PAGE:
Europatat and other Stakeholders raise concerns over proposed plant reproductive material amendments

Potato tubers in the field

Europatat and other Stakeholders raise concerns over proposed plant reproductive material amendments

Abril 17, 2024

The European Potato Trade Association (Europatat) is raising concerns about the draft report on Plant Reproductive Material (PRM) which is set for a vote in the European Parliament’s Plenary during the week of 22 April.

The report, prepared by the Parliament's Committee on Agriculture and Rural Development (AGRI Committee), includes amendments that could have negative consequences on the EU PRM market. The proposed amendments will allow for a substantial part of PRM material to move around the European Union without any oversight from the Competent Authorities and without proper plant health checks.

Peter Ton, Chair of the Europatat Seed Potato Commission:

"There's a critical difference between various types of PRM. Seed potatoes and regular seeds have distinct characteristics and require different handling procedures. Seed potatoes carry a higher risk of spreading plant diseases, especially when transported over long distances."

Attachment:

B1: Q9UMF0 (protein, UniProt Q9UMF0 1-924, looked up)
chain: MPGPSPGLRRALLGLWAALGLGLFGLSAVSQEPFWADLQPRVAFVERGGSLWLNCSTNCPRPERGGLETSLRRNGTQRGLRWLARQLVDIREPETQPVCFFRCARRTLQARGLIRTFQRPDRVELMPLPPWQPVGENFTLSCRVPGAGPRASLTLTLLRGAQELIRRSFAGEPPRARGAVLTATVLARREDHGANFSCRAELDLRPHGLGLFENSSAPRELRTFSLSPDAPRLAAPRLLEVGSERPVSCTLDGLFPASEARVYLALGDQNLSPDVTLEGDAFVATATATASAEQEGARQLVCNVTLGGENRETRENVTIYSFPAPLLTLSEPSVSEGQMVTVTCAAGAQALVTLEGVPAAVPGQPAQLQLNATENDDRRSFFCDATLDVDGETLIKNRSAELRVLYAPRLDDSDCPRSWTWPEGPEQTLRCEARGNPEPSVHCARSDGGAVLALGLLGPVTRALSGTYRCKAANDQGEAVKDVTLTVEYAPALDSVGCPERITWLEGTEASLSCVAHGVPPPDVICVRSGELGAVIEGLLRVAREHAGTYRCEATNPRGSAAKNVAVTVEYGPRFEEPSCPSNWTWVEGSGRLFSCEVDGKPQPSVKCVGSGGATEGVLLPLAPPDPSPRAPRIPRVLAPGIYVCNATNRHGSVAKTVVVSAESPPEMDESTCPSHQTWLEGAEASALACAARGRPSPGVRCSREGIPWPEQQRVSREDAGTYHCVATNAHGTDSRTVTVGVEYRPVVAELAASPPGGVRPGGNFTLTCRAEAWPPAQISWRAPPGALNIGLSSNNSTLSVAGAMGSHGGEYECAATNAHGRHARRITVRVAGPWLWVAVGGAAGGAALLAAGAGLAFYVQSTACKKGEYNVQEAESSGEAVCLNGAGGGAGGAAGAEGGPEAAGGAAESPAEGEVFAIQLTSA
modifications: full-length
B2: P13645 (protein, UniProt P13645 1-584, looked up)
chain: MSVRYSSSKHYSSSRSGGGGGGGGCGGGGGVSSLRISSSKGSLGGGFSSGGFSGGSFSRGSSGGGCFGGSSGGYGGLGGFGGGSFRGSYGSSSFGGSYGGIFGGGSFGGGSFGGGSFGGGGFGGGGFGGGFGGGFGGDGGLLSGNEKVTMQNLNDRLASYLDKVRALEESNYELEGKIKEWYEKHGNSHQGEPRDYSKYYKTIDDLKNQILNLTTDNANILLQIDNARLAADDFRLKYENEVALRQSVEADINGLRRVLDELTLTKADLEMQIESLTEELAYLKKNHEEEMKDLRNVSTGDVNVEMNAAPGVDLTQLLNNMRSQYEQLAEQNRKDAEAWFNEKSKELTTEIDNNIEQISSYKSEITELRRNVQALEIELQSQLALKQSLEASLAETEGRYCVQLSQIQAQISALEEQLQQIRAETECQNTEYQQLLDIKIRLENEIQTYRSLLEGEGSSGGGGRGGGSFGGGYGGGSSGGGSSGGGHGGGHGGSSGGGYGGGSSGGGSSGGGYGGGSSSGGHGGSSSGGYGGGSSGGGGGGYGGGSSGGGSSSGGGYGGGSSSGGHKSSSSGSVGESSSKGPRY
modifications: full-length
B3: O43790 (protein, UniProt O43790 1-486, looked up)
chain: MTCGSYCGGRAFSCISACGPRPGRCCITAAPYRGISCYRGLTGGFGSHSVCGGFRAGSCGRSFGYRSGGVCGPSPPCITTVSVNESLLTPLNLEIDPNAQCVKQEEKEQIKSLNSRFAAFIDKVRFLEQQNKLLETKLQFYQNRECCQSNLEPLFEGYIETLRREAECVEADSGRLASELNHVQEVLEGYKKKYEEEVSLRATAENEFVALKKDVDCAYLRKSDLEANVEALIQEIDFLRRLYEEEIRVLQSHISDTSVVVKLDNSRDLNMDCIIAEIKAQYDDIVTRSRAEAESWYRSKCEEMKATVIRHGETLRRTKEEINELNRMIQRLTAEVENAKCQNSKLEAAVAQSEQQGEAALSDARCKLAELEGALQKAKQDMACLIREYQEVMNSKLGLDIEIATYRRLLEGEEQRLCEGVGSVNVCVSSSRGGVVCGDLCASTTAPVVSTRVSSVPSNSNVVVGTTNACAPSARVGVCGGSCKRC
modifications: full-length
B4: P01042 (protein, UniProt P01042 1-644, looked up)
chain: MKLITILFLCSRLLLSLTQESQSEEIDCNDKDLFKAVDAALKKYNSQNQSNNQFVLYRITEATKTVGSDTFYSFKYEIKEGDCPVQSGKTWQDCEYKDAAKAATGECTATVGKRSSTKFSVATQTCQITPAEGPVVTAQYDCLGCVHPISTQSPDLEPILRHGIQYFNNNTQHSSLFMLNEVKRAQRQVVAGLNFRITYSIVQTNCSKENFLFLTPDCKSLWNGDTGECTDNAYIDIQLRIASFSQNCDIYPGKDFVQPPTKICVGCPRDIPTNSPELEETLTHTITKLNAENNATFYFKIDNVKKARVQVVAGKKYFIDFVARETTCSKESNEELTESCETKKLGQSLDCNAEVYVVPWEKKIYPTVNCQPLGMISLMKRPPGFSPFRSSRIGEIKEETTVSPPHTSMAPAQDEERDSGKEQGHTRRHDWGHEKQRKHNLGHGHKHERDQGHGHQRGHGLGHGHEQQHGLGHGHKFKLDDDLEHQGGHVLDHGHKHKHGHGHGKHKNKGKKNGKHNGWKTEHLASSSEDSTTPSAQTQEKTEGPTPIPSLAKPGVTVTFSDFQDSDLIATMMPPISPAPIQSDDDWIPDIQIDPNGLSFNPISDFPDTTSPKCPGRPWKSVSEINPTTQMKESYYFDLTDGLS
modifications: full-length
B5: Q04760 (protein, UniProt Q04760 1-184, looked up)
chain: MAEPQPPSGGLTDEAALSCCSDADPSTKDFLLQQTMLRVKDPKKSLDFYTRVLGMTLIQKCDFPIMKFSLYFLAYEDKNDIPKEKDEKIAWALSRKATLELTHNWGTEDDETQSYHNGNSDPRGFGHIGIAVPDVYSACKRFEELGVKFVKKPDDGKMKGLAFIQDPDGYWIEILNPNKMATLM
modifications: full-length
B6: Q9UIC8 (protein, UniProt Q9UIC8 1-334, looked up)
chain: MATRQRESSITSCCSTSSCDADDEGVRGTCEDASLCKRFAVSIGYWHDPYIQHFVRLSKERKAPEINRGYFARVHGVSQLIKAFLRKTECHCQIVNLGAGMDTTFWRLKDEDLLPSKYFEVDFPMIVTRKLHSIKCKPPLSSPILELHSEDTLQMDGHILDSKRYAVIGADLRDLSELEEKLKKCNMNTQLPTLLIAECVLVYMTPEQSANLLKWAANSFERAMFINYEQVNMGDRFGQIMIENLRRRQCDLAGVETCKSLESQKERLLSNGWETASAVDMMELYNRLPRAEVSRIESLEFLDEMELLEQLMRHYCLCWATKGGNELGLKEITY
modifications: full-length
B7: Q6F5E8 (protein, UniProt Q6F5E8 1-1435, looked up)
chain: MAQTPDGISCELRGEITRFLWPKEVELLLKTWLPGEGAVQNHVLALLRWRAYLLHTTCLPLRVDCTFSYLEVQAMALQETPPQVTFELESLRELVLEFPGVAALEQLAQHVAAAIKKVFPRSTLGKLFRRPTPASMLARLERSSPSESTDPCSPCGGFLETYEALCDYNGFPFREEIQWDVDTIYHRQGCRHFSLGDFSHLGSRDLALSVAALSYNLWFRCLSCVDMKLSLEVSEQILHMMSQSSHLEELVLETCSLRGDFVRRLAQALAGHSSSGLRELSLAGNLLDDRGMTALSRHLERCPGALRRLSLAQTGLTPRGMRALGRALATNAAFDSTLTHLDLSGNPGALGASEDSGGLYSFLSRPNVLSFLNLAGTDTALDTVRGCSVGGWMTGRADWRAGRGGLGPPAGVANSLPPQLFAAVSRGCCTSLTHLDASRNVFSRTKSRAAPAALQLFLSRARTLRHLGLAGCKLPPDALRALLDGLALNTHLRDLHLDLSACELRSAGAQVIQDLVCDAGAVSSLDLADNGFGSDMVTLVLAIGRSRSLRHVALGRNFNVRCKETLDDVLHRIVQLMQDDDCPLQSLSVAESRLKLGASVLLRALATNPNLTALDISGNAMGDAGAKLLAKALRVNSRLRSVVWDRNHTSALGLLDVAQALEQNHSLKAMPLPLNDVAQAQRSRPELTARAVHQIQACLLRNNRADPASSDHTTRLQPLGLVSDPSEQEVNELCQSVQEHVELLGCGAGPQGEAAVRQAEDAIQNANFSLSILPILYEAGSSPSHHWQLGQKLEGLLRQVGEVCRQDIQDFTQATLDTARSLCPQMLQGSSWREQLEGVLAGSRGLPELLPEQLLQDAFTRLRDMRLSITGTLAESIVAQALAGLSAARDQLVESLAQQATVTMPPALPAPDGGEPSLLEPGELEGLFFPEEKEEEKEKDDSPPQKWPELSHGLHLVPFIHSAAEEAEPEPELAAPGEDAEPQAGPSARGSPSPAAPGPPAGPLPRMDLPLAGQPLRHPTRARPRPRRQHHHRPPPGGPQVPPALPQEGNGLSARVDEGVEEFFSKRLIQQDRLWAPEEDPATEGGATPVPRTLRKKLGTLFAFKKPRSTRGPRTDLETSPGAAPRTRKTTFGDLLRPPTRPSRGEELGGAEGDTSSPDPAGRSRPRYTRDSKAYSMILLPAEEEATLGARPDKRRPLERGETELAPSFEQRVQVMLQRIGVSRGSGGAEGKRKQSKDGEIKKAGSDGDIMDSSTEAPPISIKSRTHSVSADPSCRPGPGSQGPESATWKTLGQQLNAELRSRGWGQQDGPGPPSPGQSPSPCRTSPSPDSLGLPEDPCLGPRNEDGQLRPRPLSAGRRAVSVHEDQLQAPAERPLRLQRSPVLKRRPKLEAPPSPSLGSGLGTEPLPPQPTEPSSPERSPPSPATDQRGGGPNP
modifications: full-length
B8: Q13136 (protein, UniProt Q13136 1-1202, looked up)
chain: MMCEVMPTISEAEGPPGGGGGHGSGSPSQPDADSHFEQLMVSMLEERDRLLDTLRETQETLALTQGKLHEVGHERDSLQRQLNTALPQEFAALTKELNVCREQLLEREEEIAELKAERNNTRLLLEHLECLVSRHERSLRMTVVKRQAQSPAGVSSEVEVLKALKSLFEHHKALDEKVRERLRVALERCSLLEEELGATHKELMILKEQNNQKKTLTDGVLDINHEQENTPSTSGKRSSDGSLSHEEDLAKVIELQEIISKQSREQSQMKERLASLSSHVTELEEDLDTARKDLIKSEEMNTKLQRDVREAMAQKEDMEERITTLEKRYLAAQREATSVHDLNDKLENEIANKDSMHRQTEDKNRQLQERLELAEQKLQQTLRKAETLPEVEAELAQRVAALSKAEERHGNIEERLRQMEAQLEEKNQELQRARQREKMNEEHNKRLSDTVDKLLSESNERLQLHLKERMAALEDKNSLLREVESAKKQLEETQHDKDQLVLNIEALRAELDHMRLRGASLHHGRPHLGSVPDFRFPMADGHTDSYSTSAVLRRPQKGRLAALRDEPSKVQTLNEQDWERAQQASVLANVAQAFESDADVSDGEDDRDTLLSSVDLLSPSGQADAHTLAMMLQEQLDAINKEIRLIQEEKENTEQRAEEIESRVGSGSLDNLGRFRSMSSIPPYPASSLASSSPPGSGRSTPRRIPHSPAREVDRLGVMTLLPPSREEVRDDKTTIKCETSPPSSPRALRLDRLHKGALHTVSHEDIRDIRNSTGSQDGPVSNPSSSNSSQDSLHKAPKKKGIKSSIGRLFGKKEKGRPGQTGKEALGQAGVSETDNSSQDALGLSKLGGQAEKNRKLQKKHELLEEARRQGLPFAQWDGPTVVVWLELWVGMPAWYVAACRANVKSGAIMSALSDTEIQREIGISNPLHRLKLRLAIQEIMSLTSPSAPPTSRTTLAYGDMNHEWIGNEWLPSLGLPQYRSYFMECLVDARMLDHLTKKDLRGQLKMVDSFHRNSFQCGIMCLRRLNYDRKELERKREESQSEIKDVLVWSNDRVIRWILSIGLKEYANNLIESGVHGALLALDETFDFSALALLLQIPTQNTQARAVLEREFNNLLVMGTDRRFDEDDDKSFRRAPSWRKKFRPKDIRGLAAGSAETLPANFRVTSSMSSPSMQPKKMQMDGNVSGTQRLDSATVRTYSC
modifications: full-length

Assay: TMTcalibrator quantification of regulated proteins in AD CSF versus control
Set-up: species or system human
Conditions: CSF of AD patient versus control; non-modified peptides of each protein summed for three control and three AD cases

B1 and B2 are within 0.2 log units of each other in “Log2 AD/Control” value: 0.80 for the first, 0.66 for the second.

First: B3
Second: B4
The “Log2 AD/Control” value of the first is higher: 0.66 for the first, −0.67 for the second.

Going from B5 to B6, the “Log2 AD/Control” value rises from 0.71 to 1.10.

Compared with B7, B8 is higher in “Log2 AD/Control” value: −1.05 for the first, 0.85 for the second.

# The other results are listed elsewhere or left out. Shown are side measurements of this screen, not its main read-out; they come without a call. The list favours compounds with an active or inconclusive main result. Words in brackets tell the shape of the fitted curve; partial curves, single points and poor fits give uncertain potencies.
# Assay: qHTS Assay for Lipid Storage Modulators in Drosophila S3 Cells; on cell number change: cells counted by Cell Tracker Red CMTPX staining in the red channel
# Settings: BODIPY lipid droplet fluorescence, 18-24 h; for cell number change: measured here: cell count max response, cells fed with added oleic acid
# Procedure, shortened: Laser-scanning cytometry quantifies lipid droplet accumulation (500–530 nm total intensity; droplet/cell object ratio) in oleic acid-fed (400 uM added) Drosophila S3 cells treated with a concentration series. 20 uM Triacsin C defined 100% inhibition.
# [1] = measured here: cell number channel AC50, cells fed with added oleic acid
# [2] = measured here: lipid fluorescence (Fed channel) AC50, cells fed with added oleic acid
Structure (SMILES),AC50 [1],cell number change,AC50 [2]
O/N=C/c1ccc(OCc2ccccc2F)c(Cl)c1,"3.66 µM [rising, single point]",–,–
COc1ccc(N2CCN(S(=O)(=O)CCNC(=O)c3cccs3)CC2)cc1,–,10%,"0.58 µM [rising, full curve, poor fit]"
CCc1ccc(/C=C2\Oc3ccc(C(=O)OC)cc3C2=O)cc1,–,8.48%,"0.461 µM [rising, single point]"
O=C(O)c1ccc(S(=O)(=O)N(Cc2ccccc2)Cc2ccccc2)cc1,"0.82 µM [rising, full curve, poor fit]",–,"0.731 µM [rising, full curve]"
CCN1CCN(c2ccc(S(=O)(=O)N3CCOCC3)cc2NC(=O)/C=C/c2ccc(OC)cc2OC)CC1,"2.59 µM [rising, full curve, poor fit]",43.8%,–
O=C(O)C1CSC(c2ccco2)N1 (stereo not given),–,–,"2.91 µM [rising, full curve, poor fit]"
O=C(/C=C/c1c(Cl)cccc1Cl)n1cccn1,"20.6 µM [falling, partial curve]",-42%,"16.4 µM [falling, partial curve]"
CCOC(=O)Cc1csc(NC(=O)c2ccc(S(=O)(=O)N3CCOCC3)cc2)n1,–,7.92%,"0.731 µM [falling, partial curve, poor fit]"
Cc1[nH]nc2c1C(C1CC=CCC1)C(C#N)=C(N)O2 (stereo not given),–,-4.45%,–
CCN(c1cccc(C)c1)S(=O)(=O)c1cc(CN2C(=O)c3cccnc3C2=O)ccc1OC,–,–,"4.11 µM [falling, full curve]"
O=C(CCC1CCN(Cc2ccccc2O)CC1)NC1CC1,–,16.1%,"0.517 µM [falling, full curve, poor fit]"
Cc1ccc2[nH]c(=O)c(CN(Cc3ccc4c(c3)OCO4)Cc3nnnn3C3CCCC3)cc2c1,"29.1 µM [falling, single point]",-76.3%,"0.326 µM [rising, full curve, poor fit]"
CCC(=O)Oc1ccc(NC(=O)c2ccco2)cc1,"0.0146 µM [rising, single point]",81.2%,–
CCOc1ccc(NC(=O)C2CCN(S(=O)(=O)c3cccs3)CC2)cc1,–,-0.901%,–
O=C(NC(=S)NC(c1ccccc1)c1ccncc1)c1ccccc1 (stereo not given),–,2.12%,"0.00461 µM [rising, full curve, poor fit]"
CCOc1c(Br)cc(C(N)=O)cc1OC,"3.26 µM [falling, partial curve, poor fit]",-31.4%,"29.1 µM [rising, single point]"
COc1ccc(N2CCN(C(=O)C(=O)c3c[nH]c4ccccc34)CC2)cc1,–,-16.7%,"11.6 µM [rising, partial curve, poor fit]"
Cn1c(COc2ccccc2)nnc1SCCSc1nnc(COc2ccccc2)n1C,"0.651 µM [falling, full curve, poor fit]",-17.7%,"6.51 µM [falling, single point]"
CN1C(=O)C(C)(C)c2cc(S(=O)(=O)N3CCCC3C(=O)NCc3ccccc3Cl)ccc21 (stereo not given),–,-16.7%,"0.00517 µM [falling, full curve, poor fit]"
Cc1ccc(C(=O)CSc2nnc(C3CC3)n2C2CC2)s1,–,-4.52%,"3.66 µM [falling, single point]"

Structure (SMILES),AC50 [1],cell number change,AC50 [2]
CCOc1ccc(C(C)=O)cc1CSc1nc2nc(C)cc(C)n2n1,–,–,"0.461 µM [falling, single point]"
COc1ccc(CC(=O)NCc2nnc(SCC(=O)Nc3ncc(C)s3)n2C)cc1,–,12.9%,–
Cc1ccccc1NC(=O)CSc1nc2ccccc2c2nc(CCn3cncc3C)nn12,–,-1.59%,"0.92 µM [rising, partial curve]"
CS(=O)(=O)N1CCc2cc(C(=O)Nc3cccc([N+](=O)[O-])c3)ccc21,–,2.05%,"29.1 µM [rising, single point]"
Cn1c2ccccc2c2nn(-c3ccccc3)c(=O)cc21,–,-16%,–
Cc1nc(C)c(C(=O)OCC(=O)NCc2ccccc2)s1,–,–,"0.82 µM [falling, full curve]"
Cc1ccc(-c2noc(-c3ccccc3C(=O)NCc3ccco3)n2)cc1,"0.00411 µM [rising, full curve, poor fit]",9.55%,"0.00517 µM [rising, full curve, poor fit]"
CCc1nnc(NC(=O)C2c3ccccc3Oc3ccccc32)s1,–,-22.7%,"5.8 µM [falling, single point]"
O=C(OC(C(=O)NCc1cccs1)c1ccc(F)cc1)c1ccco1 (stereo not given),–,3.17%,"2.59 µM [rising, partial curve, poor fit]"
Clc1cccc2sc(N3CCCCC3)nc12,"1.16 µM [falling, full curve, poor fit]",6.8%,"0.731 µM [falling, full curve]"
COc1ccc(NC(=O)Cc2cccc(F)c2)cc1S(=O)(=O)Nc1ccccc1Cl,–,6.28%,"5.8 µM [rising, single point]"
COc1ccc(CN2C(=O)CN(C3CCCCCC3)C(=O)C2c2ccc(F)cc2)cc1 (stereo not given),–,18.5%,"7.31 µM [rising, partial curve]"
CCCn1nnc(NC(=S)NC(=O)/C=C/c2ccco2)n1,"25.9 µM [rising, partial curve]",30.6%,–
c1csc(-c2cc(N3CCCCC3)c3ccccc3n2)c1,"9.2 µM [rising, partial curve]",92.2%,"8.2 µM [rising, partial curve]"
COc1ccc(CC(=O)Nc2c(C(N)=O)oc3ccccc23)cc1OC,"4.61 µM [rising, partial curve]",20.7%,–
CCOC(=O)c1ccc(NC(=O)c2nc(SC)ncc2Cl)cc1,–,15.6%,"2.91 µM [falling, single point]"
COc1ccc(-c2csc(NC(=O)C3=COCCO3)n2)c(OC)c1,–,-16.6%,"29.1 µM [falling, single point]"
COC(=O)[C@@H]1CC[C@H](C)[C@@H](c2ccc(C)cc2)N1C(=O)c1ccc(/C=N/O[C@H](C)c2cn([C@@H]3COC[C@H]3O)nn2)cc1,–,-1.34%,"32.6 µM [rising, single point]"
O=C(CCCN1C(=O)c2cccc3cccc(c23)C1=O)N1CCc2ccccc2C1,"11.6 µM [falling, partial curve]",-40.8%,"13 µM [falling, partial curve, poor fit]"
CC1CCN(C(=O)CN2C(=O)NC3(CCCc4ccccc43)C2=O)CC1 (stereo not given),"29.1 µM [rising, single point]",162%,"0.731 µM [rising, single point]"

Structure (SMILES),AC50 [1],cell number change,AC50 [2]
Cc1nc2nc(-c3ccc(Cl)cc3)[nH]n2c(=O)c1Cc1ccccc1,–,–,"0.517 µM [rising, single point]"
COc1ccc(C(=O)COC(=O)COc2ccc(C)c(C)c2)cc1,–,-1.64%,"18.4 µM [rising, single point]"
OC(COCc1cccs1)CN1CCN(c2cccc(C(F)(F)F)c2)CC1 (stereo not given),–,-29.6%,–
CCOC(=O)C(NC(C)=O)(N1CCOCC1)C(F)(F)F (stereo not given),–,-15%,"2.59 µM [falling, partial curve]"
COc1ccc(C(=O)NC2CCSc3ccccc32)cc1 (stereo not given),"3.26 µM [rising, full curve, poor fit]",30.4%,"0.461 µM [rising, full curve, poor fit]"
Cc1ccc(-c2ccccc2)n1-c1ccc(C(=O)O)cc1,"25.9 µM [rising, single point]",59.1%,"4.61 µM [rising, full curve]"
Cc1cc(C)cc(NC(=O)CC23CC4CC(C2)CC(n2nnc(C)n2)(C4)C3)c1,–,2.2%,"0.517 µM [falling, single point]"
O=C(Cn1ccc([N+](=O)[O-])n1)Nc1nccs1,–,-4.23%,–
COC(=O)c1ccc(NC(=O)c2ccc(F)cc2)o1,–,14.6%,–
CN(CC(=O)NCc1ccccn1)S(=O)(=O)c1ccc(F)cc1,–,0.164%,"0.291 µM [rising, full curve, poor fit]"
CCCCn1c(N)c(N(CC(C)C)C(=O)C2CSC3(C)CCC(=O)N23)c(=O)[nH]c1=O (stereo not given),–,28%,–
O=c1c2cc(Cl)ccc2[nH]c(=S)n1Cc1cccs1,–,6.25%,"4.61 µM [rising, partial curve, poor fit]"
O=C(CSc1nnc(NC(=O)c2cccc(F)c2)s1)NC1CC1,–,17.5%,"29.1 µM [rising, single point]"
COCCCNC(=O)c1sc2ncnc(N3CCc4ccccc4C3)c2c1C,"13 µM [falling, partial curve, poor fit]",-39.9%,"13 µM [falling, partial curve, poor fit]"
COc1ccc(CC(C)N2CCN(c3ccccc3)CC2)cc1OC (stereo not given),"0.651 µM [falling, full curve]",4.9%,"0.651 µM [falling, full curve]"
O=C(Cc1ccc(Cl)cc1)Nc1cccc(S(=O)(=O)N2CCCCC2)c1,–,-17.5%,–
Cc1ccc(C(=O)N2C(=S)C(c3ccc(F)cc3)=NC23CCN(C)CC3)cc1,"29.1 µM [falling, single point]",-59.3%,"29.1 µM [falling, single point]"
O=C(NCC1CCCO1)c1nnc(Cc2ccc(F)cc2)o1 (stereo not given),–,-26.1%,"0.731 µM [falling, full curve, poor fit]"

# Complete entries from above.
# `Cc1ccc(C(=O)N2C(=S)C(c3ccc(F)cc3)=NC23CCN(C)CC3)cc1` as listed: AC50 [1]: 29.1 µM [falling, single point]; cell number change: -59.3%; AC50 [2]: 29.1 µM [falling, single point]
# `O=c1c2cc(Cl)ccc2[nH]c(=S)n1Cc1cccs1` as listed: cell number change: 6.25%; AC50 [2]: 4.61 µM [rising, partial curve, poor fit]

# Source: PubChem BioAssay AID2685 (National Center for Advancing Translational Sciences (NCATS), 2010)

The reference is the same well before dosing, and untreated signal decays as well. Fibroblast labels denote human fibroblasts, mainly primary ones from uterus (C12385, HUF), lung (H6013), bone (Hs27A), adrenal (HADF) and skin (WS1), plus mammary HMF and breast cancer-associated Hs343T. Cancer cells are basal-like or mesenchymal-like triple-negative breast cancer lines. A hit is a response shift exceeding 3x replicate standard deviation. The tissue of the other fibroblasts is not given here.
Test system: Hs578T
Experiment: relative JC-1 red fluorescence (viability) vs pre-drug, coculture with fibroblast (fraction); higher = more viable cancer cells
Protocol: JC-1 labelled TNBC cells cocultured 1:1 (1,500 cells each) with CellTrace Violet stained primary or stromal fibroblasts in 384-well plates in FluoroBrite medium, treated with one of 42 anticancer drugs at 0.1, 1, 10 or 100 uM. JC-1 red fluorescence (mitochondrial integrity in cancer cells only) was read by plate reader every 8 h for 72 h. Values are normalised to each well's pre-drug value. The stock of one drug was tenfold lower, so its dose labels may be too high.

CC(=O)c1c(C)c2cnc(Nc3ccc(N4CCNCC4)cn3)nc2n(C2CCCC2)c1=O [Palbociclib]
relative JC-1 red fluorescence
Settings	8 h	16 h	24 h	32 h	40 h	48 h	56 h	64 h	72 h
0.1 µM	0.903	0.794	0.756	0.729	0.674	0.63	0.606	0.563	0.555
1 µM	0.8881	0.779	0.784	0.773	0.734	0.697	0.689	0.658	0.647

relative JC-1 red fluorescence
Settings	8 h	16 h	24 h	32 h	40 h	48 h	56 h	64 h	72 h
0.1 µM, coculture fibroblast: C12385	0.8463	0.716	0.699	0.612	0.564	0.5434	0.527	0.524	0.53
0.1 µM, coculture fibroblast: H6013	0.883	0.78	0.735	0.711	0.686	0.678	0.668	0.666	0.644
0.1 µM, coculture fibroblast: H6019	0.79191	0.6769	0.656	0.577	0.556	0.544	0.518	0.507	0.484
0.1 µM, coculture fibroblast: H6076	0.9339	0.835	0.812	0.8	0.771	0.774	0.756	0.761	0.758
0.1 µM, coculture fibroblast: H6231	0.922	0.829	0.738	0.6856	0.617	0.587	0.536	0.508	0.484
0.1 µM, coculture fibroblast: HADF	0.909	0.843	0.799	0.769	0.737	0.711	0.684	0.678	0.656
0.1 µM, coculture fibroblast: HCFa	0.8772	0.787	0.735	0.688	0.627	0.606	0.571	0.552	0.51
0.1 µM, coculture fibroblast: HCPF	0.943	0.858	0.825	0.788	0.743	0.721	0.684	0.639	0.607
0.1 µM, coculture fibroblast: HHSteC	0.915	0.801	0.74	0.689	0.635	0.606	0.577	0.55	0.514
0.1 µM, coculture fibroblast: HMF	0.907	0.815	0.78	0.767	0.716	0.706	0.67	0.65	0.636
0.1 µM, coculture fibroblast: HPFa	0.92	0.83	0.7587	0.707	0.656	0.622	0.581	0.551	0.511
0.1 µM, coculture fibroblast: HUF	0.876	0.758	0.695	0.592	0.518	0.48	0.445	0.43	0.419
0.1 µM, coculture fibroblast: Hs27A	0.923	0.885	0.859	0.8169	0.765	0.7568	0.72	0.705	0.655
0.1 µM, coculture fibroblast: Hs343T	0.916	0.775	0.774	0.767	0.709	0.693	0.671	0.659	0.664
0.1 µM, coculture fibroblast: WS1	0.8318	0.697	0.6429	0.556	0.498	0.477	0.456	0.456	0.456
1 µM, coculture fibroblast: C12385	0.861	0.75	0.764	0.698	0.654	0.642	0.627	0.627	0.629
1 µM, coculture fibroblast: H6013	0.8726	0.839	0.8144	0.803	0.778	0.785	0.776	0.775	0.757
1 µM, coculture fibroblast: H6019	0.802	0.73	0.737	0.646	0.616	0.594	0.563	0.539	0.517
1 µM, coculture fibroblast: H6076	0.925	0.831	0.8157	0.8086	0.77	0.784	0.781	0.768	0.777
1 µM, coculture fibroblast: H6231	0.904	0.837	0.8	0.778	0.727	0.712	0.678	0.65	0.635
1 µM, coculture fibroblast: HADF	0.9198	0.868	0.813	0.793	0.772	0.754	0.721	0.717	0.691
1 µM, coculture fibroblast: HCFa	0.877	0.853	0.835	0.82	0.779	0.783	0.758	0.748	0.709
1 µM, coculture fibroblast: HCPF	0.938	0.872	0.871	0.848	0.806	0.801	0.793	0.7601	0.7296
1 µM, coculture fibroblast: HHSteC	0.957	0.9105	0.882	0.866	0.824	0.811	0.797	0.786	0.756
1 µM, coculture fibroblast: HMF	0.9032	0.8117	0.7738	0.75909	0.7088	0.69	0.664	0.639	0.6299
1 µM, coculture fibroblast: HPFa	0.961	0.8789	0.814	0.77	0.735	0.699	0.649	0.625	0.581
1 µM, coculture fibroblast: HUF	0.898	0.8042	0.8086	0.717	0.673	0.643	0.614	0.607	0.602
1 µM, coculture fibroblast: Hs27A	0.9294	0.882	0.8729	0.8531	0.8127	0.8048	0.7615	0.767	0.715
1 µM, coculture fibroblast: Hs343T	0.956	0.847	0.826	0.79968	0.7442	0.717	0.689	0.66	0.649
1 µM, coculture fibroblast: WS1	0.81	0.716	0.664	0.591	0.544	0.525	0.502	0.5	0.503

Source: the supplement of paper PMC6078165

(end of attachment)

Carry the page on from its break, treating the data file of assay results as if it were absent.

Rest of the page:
"The Parliament's position needs to acknowledge these differences. Uncontrolled movement of seed potatoes across the EU would be detrimental and have serious consequences."

To address these and other concerns, a broad coalition of stakeholders representing the PRM sector and its users in the EU, including Copa-Cogeca, Euroseeds, Europatat, Coceral, the European Beet Growers (CIBE), and CEPM Maiz’Europe, co-signed a joint statement.

The co-signing organisations emphasise the importance of maintaining the balance achieved in the original proposal from the European Commission. 

They argue that the AGRI Committee report compromises this balance by introducing exemptions that could allow unchecked PRM to reach the market without proper assurances or traceability.

The statement cautions that this would likely result in the creation of a parallel, unregulated market that undermines the endeavors of plant breeders and farmers to enhance sustainability and ensure food security in Europe. 

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